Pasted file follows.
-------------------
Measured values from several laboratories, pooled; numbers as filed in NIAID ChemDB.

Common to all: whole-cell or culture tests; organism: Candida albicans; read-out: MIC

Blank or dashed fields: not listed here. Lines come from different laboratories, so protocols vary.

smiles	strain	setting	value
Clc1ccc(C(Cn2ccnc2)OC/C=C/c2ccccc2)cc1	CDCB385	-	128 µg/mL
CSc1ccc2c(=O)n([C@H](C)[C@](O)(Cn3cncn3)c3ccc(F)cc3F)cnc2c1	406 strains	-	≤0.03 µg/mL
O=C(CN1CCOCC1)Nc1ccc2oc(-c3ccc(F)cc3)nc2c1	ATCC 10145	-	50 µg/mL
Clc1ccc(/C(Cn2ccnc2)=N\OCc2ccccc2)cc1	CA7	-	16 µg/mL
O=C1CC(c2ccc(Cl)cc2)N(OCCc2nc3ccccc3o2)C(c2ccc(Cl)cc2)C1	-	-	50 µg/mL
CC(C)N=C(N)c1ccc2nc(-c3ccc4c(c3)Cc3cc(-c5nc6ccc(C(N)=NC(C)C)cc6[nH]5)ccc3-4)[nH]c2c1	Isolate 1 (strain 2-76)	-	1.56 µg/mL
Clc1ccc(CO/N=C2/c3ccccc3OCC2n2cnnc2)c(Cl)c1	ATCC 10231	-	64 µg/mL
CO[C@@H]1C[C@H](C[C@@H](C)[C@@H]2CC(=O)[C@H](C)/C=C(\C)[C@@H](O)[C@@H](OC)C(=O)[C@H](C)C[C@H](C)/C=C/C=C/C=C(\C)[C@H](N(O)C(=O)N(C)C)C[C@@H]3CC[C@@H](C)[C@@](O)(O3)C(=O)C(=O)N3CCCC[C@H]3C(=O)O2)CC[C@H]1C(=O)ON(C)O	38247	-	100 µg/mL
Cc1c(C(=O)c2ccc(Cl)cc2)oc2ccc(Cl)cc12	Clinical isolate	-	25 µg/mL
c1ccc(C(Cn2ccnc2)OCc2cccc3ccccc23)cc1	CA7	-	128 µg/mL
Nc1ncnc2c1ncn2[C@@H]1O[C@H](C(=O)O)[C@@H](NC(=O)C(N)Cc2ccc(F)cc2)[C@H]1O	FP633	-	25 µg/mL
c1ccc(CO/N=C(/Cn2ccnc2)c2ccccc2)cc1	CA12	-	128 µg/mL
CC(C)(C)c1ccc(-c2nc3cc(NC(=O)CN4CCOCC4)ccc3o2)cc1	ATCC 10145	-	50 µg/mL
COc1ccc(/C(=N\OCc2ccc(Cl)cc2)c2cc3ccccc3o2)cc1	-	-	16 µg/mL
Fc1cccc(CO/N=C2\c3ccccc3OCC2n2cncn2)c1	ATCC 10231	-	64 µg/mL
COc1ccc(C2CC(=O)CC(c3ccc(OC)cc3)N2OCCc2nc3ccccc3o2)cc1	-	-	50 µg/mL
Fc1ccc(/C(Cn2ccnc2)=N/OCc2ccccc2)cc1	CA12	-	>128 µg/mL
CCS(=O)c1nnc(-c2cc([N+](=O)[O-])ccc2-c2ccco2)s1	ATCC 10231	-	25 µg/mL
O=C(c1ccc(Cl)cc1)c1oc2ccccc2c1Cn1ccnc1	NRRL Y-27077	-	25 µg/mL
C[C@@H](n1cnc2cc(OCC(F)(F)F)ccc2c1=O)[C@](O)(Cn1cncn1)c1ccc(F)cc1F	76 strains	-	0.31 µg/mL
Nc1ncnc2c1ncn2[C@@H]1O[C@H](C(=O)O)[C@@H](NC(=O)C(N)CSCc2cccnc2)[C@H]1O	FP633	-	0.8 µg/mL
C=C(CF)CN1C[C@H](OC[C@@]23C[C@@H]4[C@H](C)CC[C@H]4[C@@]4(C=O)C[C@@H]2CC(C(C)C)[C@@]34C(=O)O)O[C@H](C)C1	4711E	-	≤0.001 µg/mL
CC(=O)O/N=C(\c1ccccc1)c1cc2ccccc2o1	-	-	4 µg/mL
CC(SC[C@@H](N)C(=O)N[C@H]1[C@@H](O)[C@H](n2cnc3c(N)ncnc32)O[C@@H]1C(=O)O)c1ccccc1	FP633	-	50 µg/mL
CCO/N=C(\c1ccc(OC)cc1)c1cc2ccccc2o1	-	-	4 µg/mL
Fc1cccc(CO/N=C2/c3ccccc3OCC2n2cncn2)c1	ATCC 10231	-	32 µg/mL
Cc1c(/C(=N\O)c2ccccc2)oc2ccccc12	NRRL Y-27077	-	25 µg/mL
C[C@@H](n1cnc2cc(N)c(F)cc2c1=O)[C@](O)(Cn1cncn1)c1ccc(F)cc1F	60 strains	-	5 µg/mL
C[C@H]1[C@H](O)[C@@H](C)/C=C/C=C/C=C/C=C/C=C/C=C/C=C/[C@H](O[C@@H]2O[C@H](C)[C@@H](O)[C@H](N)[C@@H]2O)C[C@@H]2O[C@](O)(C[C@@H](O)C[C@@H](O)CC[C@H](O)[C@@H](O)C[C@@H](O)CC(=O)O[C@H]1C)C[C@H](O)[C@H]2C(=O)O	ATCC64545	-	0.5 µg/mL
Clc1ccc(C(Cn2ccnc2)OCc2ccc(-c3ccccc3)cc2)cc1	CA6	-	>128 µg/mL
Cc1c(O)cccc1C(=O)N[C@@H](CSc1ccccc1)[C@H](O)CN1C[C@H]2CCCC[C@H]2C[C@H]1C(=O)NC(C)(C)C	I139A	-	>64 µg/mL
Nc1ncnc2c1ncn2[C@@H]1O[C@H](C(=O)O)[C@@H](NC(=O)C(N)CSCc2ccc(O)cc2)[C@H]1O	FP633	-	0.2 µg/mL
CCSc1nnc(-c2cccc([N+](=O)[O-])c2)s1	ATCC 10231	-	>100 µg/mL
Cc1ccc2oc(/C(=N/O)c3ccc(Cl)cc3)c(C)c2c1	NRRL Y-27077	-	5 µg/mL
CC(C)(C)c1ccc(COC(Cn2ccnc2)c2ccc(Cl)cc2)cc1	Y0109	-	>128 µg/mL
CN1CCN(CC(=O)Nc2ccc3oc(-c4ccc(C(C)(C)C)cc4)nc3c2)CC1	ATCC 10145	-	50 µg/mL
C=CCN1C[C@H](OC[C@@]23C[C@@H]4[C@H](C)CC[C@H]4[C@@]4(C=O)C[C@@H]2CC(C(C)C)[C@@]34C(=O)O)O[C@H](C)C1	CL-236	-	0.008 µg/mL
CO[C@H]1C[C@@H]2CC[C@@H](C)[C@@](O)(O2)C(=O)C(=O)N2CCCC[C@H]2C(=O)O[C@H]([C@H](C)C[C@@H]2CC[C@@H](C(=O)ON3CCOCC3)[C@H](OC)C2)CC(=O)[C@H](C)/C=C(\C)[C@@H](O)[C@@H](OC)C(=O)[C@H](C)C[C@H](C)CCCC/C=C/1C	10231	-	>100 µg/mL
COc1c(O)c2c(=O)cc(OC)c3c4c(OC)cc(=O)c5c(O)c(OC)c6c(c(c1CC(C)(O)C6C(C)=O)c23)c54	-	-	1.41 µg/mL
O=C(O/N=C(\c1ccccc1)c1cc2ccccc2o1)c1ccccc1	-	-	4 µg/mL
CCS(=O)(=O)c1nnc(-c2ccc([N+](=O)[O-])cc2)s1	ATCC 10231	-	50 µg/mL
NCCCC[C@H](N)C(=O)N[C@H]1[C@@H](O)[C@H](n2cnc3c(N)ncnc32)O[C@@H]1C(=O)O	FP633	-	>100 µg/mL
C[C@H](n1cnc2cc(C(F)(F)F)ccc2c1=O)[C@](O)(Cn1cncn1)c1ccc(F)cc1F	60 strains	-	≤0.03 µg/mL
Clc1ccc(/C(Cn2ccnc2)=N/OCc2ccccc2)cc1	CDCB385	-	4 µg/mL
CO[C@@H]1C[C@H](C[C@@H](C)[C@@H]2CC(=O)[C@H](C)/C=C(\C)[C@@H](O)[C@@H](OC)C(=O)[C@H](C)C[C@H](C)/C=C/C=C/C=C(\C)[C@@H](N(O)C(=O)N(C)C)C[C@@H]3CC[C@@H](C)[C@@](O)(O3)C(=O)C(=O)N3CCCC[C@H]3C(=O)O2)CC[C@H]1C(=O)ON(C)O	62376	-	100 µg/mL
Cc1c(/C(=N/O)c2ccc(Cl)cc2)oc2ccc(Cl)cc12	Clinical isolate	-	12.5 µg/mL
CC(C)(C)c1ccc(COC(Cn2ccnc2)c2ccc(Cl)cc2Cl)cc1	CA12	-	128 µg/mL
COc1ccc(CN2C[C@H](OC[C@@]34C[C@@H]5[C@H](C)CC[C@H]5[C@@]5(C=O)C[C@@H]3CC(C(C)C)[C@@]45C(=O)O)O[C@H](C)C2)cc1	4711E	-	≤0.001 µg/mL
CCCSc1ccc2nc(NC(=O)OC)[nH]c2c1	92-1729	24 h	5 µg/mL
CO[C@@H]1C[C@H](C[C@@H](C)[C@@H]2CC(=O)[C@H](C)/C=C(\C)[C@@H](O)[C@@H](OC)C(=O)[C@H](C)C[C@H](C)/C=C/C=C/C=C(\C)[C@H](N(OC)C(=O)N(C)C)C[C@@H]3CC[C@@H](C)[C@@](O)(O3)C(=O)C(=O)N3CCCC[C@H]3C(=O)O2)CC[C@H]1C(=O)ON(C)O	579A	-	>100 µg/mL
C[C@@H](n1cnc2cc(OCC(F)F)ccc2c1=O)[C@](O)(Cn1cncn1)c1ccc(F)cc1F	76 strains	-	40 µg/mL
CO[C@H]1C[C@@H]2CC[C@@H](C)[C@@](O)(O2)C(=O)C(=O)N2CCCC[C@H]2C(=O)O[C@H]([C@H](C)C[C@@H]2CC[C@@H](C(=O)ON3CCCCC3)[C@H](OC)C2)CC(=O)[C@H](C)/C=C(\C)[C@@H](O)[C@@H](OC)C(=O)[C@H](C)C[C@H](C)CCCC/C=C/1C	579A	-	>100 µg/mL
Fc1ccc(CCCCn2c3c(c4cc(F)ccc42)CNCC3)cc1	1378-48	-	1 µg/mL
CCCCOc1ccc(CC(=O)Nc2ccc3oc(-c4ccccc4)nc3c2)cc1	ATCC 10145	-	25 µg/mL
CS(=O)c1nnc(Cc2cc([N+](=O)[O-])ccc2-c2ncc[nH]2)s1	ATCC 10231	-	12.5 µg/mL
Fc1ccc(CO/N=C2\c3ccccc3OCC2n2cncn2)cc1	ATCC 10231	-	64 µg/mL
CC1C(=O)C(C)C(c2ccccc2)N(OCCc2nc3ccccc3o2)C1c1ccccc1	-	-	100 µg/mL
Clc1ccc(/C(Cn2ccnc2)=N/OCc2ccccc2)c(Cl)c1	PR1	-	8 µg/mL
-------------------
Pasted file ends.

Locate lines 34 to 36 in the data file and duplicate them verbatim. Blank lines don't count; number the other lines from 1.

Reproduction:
Clc1ccc(C(Cn2ccnc2)OCc2ccc(-c3ccccc3)cc2)cc1	CA6	-	>128 µg/mL
Cc1c(O)cccc1C(=O)N[C@@H](CSc1ccccc1)[C@H](O)CN1C[C@H]2CCCC[C@H]2C[C@H]1C(=O)NC(C)(C)C	I139A	-	>64 µg/mL
Nc1ncnc2c1ncn2[C@@H]1O[C@H](C(=O)O)[C@@H](NC(=O)C(N)CSCc2ccc(O)cc2)[C@H]1O	FP633	-	0.2 µg/mL